Aldehydes are organic compounds present in many natural materials (eg. orange rind, rose, cinnamon bark). Various aldehydes can also be synthesized artificially. There is hardly a fragrance without some type of aldehyde in it; however, it is the vividness of aliphatic aldehydes (a specific subgroup of the aldehydes family) that gives Chanel No 5, Lanvin Arpège, Yves Saint Laurent Rive Gauche and other floral-aldehydic fragrances their characteristic impressionist sparkle.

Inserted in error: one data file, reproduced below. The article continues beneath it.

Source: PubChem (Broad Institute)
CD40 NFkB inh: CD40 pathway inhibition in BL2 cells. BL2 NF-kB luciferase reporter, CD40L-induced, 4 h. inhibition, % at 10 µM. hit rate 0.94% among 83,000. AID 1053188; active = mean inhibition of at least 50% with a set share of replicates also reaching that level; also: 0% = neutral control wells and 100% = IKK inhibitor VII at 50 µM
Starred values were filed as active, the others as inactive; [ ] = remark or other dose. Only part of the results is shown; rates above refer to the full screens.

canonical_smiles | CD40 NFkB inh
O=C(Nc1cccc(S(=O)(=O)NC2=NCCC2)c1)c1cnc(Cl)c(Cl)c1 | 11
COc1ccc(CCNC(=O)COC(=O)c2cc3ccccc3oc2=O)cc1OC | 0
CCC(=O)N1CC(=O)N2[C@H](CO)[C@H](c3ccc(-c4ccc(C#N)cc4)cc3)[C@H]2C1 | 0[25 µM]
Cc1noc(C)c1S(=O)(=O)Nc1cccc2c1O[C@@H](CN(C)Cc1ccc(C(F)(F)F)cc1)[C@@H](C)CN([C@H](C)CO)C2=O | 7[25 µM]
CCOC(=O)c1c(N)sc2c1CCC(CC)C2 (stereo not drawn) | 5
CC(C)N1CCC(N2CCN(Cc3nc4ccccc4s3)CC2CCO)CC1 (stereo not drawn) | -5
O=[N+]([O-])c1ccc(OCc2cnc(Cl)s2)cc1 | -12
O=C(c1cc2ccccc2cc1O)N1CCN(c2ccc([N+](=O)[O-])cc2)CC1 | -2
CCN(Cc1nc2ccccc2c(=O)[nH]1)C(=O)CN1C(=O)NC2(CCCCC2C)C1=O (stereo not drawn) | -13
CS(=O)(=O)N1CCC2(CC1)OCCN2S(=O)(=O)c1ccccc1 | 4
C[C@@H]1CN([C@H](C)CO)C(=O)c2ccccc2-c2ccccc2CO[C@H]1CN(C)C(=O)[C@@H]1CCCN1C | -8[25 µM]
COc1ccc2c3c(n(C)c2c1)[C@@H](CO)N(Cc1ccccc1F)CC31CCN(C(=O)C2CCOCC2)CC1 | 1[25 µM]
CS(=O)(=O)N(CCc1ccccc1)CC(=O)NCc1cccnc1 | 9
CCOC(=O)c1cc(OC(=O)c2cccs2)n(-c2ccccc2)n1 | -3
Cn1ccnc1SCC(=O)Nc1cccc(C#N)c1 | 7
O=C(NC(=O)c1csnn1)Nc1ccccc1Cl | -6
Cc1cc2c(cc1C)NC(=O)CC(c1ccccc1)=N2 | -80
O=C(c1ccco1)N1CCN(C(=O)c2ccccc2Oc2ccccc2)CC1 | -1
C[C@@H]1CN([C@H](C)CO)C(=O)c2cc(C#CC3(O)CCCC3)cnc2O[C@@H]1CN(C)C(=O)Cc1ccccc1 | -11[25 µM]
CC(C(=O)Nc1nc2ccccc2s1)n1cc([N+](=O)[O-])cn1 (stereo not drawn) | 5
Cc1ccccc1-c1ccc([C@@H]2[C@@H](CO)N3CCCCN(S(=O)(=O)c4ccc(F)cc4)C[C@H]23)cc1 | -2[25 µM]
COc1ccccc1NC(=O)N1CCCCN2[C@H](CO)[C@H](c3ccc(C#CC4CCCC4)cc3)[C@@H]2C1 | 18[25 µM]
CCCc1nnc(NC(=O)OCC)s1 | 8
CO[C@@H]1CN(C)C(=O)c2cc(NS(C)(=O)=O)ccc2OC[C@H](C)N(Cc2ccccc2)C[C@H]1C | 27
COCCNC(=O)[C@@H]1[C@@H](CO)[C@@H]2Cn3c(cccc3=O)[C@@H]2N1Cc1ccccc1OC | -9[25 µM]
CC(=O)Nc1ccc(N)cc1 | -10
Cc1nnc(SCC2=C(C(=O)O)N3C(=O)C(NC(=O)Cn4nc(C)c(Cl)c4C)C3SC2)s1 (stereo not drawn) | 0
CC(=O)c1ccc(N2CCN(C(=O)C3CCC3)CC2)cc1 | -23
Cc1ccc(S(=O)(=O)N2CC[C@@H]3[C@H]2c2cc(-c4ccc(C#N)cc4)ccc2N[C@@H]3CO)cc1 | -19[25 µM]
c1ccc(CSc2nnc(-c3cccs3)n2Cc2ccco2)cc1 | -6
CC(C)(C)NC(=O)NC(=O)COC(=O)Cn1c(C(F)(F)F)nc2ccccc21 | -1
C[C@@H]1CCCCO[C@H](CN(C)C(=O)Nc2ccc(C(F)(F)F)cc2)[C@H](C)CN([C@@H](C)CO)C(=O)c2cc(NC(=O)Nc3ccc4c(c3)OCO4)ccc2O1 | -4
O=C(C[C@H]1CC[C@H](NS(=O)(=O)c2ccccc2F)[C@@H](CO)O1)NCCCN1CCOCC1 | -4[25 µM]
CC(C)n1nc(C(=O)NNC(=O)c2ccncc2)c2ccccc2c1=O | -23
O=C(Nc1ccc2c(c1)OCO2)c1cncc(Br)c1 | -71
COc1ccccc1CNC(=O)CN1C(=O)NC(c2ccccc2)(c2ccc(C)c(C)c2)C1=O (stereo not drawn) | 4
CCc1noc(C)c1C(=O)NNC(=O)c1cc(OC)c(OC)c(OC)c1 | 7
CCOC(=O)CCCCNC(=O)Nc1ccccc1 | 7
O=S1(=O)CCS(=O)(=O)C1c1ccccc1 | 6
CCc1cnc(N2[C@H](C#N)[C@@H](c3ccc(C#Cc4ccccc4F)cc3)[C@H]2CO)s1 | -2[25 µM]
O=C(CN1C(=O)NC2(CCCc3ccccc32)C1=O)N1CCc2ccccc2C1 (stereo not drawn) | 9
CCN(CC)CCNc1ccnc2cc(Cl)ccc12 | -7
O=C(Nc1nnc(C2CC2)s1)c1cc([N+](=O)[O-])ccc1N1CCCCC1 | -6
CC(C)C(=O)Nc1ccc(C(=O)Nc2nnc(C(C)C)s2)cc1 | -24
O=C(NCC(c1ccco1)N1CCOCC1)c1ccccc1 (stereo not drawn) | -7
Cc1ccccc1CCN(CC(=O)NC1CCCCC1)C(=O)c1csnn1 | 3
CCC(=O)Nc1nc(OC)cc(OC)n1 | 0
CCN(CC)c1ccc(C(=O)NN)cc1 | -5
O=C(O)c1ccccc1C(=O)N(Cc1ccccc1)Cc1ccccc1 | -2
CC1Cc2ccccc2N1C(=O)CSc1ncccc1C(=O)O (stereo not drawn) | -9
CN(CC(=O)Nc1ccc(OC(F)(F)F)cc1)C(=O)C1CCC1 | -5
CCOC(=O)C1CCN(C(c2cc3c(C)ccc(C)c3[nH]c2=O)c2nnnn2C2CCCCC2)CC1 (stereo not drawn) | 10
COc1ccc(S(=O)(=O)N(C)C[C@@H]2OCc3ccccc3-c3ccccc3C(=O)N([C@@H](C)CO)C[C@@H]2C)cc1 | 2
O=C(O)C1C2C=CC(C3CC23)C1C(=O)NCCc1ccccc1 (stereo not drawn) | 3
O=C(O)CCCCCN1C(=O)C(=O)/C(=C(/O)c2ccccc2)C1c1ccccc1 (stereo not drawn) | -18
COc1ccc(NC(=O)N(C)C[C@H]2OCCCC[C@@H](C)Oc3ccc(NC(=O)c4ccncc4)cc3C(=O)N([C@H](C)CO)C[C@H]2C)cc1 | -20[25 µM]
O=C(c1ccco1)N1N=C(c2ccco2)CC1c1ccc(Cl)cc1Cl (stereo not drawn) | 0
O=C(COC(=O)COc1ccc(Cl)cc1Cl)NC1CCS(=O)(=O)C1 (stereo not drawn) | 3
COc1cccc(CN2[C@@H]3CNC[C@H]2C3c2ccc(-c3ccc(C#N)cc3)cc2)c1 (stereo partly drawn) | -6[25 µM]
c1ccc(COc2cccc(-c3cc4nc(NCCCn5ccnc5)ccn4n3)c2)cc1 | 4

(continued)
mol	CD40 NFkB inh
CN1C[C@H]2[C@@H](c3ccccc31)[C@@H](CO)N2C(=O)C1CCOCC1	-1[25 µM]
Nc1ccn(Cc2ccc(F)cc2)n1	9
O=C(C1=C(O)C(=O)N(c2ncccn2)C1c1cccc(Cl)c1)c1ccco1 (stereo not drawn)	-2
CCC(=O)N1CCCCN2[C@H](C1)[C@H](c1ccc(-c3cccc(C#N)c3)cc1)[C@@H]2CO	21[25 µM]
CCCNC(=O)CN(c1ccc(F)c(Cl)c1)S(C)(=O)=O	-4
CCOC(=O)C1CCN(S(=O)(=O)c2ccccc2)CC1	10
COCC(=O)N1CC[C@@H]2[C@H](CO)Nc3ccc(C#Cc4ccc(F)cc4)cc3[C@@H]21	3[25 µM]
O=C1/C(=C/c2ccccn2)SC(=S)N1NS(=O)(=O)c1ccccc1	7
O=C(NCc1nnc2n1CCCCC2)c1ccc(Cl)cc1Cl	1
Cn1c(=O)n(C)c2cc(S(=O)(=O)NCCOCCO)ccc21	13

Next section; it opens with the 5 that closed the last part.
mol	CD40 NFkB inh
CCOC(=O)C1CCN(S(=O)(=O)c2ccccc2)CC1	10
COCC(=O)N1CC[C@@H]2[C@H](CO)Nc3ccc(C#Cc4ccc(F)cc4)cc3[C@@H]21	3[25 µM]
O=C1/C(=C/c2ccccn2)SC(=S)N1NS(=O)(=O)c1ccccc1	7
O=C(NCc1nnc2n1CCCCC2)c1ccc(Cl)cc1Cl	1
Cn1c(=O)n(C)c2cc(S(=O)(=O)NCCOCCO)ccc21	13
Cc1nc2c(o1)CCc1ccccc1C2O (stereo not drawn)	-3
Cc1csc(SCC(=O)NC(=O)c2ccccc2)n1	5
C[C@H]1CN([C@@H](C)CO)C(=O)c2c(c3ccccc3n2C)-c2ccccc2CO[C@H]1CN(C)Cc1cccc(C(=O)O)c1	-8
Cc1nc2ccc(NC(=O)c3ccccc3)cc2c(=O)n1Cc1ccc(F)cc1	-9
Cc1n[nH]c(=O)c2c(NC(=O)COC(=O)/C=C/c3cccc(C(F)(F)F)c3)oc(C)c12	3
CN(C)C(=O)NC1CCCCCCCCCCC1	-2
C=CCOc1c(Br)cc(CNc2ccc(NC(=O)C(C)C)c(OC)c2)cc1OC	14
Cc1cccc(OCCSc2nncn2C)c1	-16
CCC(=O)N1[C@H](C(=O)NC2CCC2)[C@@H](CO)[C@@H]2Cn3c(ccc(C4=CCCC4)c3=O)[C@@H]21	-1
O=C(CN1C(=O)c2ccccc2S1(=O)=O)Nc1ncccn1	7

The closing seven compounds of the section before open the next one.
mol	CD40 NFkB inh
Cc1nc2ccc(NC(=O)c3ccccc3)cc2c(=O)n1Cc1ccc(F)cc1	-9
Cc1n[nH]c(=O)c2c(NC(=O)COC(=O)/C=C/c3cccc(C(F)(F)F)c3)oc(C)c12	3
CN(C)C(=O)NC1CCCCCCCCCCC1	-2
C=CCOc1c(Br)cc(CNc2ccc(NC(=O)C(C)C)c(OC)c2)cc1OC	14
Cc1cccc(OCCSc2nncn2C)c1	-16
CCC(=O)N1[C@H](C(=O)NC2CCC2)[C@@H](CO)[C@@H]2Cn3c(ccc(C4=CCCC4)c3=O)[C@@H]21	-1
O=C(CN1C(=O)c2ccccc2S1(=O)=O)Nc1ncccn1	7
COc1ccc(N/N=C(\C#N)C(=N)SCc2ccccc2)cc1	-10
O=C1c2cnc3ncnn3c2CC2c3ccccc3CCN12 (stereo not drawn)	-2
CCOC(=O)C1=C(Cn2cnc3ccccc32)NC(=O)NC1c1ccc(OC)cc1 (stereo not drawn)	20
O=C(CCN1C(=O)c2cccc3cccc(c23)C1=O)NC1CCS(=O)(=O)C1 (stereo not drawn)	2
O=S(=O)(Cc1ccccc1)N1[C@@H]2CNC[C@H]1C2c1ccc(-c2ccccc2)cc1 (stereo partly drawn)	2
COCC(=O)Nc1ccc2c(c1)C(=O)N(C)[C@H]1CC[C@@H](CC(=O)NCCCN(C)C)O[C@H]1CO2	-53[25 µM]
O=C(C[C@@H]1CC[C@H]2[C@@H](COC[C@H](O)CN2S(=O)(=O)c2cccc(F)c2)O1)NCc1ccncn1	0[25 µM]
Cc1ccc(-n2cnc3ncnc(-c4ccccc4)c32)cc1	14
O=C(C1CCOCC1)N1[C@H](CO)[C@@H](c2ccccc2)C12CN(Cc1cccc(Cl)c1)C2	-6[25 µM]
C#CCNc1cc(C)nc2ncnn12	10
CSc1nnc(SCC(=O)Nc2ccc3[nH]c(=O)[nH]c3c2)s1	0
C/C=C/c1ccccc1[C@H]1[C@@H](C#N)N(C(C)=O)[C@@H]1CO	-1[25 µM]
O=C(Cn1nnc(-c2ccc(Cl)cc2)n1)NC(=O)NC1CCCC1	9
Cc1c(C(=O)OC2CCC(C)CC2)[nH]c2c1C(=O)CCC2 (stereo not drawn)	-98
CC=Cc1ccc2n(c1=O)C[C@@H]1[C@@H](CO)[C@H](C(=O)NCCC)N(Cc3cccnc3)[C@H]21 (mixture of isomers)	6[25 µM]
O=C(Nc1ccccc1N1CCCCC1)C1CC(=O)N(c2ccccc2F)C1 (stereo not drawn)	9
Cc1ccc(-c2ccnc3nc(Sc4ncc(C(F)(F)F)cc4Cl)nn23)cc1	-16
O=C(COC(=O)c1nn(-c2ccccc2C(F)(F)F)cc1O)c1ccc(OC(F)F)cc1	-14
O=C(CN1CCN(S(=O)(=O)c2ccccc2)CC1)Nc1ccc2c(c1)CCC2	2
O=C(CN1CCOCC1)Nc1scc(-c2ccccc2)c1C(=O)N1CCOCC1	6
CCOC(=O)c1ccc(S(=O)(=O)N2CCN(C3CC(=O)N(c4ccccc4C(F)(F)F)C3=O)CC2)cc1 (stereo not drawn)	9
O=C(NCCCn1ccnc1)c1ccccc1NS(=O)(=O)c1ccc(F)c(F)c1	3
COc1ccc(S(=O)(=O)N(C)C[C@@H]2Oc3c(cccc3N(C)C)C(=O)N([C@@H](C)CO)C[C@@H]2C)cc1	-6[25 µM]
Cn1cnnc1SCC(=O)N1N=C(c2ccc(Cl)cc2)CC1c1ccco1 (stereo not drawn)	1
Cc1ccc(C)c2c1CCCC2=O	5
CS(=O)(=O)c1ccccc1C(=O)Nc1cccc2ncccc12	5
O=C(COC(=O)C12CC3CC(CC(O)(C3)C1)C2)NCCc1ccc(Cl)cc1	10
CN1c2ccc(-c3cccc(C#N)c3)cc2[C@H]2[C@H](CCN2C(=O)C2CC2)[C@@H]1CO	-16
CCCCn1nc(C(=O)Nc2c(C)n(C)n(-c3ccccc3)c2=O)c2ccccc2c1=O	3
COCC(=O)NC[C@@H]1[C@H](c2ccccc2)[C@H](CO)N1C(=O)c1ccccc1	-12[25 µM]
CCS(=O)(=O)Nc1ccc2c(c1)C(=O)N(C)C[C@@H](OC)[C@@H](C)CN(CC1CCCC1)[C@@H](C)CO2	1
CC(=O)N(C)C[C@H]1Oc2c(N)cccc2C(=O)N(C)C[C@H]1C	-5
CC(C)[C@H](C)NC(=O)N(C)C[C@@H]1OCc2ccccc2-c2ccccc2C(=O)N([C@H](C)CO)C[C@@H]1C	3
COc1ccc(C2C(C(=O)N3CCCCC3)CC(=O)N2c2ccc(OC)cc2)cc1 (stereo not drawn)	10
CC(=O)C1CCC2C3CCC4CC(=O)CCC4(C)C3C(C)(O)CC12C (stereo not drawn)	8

Their scent ranges from metallic, starchy and citrusy to green, fatty and waxy (for instance, aldehyde C-11 commonly found in rose and cilantro smells like metal and dirty hair to me, but in tiny quantities it adds an impressive lift and freshness to fragrances.) Aldehydes were used previously by Robert Bienaimé in Houbigant Quelques Fleurs (1912) and by Henri Alméras in Rosine Le Fruit Défendu (1914), Chanel No 5 became famous for its unprecedented overdose of several different aldehydes (a total of almost 1%.)